Diffusion tensor imaging is a more advanced type of diffusion imaging capable of quantifying anisotropy of diffusion in white matter. Diffusion is isotropic when it occurs with the same intensity in all directions. It is anisotropic when it occurs preferentially in one direction, as along the longitudinal axis of axons. For this reason, DTI finds its greatest current application in MRI examinations of the white matter. As opposed to characterizing diffusion within each voxel with just a single apparent diffusion coefficient, as in DWI, in DTI intravoxel diffusion is measured along three, six, or more gradient directions. The measured values and their directions are called eigenvectors. The vector that corresponds to the principal direction of diffusion (the direction in which diffusion is greatest in magnitude) is called the principal eigenvector. In normal white matter, diffusion anisotropy is high because diffusion is greatest parallel to the course of the nerve fiber tracts. Therefore, the principal eigenvector delineates the course of a given nerve fiber pathway. Diffusion tensor images can be displayed as maps of the principal eigenvectors which will show the direction/course of the given white matter tract (tractography). These images can also be color coded, allowing for more spectacular visualization of nerve fiber tracts (Fig. 33A.16). Any disruption of a given nerve fiber tract (e.g., MS, trauma, gliosis) will reduce anisotropy, and the disruption of the white matter tract can be visualized. Tensor imaging/tractography is useful in imaging of degenerating white matter tracts and also in surgical resection planning, when the anatomical relationship of the resectable lesion and the adjacent fiber tracts has to be evaluated to avoid or reduce surgical injury to critical pathways.

Magnetization Transfer Contrast Imaging

As the name indicates, magnetization transfer contrast imaging is a technique that produces increased contrast within an MR image, specifically on T1-weighted gadolinium-enhanced images and in magnetic resonance angiography (Henkelman et al., 2001). In water, hydrogen atoms are relatively loosely bound to oxygen atoms, and they move frequently between them, binding to one oxygen atom then switching to another. In other tissues (e.g., lipids, proteins), the hydrogen atoms are more tightly bound and tend to stay in one place for longer periods of time. Nevertheless, it does happen that a “bound” hydrogen in lipid or protein is exchanged with a “more free” hydrogen from water. In magnetization transfer imaging, at the beginning of the sequence a radiofrequency pulse is applied that saturates the bound protons in lipids and proteins but does not affect the free protons in water. In regions where magnetization transfer (i.e., exchange of saturated protons with free protons) occurs, the saturated protons will decrease the signal obtained from the imaged free protons. The more frequently this magnetization transfer occurs, the less signal is obtained from the region and the darker the region will be in the image. Magnetization transfer happens more frequently in the white matter, resulting in signal loss, and therefore on magnetization transfer images, the white matter appears darker. The CSF on the other hand, where magnetization transfer does not occur, does not lose signal. Magnetization transfer is minimal in blood because of the high amount of free water protons.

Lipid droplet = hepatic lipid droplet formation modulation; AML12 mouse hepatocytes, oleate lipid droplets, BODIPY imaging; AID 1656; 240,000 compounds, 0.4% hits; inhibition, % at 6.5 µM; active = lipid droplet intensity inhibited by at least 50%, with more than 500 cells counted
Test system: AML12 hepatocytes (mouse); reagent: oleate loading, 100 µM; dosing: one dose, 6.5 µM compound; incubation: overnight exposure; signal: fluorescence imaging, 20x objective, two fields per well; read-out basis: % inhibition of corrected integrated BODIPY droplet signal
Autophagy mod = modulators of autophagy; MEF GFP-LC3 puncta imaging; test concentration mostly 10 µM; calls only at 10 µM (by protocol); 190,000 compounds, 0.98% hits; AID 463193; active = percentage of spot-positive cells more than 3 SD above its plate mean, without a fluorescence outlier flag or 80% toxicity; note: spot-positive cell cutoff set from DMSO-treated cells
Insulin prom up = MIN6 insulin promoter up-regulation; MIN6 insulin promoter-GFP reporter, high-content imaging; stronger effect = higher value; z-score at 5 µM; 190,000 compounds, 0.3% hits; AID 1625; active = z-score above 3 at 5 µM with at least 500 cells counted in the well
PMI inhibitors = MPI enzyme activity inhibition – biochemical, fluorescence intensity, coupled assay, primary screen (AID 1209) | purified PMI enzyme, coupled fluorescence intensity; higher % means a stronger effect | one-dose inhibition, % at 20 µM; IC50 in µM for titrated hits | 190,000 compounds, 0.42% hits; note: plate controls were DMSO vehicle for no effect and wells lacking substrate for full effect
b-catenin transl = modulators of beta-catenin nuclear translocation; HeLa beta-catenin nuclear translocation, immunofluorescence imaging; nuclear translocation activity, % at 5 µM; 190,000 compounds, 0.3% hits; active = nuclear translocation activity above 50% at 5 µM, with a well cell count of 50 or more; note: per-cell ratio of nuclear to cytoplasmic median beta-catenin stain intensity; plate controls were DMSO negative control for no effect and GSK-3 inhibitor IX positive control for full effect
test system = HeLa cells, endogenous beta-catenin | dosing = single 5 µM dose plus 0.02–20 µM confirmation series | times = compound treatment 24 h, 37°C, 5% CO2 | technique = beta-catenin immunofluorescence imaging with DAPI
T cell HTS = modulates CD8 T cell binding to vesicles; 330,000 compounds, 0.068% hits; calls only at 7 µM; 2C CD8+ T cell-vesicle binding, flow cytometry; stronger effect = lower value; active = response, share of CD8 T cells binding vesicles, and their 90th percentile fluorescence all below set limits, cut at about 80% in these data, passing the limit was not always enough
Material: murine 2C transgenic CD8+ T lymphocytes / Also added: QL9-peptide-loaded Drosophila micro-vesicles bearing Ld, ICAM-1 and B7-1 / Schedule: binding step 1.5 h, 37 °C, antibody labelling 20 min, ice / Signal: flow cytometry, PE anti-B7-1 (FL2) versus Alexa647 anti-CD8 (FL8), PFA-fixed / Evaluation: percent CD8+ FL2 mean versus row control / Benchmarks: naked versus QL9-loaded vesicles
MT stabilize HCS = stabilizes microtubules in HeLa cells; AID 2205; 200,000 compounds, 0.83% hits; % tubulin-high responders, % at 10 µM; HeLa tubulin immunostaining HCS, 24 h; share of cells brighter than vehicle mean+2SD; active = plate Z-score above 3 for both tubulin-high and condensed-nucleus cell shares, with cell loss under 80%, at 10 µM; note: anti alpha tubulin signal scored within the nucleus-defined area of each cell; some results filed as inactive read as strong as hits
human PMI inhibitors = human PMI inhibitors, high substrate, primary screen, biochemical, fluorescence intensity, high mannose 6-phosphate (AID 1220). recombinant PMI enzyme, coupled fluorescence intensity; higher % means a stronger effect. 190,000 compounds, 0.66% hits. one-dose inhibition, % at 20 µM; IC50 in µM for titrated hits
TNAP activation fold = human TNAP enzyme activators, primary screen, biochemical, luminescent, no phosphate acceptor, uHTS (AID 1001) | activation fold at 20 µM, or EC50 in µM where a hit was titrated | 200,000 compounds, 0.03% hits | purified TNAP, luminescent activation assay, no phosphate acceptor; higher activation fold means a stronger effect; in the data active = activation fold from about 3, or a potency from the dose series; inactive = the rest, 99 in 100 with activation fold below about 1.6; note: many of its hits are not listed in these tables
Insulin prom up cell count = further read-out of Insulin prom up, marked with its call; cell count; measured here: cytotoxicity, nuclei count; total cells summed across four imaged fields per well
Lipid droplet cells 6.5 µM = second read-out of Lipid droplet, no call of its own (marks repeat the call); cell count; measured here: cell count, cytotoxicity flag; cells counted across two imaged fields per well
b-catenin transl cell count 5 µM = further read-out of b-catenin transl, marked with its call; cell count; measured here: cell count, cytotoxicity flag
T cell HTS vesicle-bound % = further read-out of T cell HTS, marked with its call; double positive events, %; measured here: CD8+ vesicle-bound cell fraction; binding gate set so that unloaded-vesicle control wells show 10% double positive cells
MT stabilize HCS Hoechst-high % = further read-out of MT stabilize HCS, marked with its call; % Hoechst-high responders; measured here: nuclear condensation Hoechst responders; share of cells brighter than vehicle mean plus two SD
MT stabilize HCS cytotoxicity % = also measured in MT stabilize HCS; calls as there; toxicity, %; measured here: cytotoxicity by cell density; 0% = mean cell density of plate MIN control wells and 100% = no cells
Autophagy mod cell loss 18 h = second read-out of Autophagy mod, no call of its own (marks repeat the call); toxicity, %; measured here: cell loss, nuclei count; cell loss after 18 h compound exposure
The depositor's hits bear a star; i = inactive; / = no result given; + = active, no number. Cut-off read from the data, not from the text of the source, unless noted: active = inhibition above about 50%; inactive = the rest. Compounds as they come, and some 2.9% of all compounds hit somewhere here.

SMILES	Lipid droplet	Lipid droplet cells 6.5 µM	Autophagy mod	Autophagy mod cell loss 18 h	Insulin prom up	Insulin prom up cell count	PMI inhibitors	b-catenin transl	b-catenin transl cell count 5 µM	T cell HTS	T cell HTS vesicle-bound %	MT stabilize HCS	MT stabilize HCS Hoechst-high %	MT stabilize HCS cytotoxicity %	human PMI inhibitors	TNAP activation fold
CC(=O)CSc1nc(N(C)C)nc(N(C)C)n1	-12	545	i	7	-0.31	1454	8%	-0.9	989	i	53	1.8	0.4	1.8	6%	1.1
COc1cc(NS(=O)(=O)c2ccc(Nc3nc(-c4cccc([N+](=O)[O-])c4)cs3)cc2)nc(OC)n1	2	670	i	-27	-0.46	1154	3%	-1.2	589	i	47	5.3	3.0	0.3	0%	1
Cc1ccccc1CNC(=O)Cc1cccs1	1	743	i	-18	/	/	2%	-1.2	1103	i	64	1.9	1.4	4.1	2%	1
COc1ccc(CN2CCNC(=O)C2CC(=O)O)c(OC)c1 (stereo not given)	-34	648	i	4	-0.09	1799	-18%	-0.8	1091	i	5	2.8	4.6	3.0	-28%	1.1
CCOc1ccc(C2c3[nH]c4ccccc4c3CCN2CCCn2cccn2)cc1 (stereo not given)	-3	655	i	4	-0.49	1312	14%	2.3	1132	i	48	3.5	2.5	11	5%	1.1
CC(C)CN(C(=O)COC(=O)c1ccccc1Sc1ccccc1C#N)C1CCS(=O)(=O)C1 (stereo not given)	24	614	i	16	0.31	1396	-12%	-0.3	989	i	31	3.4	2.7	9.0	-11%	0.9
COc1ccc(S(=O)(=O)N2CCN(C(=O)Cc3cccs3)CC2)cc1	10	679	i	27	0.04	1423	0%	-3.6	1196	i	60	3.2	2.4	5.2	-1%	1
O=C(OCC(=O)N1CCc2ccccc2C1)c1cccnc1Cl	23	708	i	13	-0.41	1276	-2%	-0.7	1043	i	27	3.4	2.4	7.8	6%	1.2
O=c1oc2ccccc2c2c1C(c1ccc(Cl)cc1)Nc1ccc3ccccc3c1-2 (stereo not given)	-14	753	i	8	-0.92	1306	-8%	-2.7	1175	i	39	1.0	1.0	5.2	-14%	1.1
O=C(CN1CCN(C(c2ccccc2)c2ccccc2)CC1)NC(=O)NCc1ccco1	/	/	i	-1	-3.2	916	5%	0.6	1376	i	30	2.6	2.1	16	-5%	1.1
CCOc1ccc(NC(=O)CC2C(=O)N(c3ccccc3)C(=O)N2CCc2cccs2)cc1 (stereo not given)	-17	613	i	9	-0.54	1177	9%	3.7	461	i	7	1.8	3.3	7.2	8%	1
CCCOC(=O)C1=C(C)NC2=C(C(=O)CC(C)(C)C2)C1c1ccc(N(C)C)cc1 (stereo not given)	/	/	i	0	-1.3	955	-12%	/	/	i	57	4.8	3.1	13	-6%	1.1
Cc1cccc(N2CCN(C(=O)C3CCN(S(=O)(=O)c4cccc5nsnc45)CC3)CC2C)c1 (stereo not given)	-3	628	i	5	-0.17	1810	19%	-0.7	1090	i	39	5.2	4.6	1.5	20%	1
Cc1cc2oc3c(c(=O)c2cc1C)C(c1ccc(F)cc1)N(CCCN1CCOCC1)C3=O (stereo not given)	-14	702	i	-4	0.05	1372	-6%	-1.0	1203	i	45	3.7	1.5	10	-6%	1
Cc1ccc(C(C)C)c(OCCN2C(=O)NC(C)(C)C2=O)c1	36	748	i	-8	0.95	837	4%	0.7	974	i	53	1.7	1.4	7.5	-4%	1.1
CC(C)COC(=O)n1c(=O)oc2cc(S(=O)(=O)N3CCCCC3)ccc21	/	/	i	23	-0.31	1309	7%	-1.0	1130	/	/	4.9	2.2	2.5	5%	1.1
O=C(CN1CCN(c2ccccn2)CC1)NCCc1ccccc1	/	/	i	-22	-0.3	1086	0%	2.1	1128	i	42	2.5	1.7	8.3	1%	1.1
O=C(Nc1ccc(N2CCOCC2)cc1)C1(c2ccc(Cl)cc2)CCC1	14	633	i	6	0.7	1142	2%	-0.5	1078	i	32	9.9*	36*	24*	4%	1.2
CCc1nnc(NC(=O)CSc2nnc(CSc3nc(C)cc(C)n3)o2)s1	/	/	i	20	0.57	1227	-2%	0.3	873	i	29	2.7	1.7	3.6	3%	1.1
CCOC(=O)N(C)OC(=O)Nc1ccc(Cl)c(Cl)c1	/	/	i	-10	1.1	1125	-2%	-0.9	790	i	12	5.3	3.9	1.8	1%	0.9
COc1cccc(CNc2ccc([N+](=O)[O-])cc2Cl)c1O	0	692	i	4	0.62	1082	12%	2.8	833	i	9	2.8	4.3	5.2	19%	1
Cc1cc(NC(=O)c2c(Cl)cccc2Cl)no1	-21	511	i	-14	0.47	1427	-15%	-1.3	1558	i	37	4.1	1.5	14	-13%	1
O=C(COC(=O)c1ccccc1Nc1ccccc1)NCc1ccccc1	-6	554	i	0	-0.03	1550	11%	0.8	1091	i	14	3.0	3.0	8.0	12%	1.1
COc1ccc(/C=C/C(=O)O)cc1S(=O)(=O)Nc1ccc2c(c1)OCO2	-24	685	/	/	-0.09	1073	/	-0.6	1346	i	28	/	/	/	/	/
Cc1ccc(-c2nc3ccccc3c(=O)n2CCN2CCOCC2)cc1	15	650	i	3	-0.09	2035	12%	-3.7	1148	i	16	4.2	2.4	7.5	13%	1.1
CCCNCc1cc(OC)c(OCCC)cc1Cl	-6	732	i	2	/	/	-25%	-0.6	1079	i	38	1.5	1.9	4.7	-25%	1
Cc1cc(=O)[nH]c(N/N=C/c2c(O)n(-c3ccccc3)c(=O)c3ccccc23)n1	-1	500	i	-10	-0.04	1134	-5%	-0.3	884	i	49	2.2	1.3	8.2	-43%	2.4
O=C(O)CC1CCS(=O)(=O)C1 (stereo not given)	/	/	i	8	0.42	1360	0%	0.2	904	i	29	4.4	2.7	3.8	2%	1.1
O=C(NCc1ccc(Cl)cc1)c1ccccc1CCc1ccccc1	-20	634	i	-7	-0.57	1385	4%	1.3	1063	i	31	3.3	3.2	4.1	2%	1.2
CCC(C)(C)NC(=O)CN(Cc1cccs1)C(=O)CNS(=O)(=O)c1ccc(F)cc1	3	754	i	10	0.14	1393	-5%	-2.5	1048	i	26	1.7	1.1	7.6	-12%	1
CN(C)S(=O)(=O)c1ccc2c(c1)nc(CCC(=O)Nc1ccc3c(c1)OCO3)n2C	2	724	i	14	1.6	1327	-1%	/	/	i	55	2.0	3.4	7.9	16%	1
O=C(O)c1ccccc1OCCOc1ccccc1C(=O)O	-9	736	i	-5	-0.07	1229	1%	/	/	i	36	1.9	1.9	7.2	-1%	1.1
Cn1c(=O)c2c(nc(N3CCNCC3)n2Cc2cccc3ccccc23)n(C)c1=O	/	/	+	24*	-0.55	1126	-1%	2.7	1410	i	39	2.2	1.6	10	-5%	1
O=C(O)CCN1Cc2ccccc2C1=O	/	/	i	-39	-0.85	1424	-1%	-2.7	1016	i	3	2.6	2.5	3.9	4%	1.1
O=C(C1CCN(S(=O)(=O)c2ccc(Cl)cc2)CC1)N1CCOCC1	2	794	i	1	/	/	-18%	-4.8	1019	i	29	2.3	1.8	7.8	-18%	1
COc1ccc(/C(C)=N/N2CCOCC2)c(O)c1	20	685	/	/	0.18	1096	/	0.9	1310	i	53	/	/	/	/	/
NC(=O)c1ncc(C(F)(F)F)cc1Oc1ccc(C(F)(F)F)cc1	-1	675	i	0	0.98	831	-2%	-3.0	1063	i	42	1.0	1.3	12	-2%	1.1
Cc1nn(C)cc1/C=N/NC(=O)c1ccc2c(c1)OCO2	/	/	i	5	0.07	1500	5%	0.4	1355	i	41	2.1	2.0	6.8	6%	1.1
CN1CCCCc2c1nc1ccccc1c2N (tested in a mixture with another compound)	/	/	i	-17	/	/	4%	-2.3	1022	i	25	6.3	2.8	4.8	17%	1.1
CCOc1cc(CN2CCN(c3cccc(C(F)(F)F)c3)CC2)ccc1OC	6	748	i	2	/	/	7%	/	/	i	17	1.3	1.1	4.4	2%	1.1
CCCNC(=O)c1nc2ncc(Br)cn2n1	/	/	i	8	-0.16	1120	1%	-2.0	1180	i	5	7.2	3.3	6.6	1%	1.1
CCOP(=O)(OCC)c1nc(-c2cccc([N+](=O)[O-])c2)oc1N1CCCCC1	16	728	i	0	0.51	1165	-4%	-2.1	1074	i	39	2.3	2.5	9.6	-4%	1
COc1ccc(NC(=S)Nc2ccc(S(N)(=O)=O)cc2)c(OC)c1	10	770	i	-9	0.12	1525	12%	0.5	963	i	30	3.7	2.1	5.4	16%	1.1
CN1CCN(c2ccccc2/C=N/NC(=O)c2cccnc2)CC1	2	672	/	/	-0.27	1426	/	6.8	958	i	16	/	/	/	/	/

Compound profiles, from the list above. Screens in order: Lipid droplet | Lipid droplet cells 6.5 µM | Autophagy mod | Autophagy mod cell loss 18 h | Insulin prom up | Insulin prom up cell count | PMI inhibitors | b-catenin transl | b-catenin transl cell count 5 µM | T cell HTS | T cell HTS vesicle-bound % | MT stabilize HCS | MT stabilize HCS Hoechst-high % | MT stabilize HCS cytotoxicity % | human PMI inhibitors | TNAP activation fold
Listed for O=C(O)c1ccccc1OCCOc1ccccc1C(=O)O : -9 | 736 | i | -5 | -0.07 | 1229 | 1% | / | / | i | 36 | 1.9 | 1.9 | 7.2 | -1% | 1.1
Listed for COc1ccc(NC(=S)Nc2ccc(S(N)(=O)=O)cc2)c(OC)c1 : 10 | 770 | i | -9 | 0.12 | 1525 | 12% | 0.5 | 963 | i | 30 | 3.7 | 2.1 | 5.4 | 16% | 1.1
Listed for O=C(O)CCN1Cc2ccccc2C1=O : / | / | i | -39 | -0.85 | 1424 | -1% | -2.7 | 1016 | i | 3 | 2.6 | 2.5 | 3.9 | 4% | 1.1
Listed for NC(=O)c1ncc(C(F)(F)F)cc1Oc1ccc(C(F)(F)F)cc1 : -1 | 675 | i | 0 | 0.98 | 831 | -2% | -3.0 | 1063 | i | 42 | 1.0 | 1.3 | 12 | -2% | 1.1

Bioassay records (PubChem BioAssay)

This technique is useful when gadolinium-enhanced T1-weighted images are obtained, because enhancing lesions stand out better against the darker background of the more hypointense white matter. In fact, applying a magnetization transfer sequence to single-dose gadolinium-enhanced T1-weighted images results in contrast enhancement intensity comparable to giving a double dose of gadolinium. This sequence is also used in time-of-flight magnetic resonance angiography. There is no signal change in the blood, but the background tissue becomes darker, so the imaged blood vessels stand out better, and smaller branches are better visualized. This benefit comes at the expense of a significantly prolonged scan time, because it takes additional time to apply the magnetization transfer pulse.

Another application of magnetization transfer imaging is in the assessment of “normal-appearing” tissues that in fact contain abnormalities, albeit not visible on conventional MR pulse sequences. By selecting a region of interest (ROI, essentially a quadrilateral that is selected to enclose the tissue of interest within an image) corresponding to the “normal-appearing” tissue and calculating the degree to which magnetization transfer occurs within each voxel of the ROI, a histogram plot can be generated. On such magnetization transfer ratio (MTR) histograms, tissues with no apparent lesional signal on conventional images, such as the “normal-appearing white matter” of MS, may exhibit a decreased peak height. Such histograms in MS patients may also exhibit a larger proportion of voxels with low MTR values than normal tissues, reflecting a microscopic and macroscopic lesion load that is otherwise undetectable by conventional imaging techniques.

Structural Neuroimaging in the Clinical Practice of Neurology

Brain Diseases*

Brain Tumors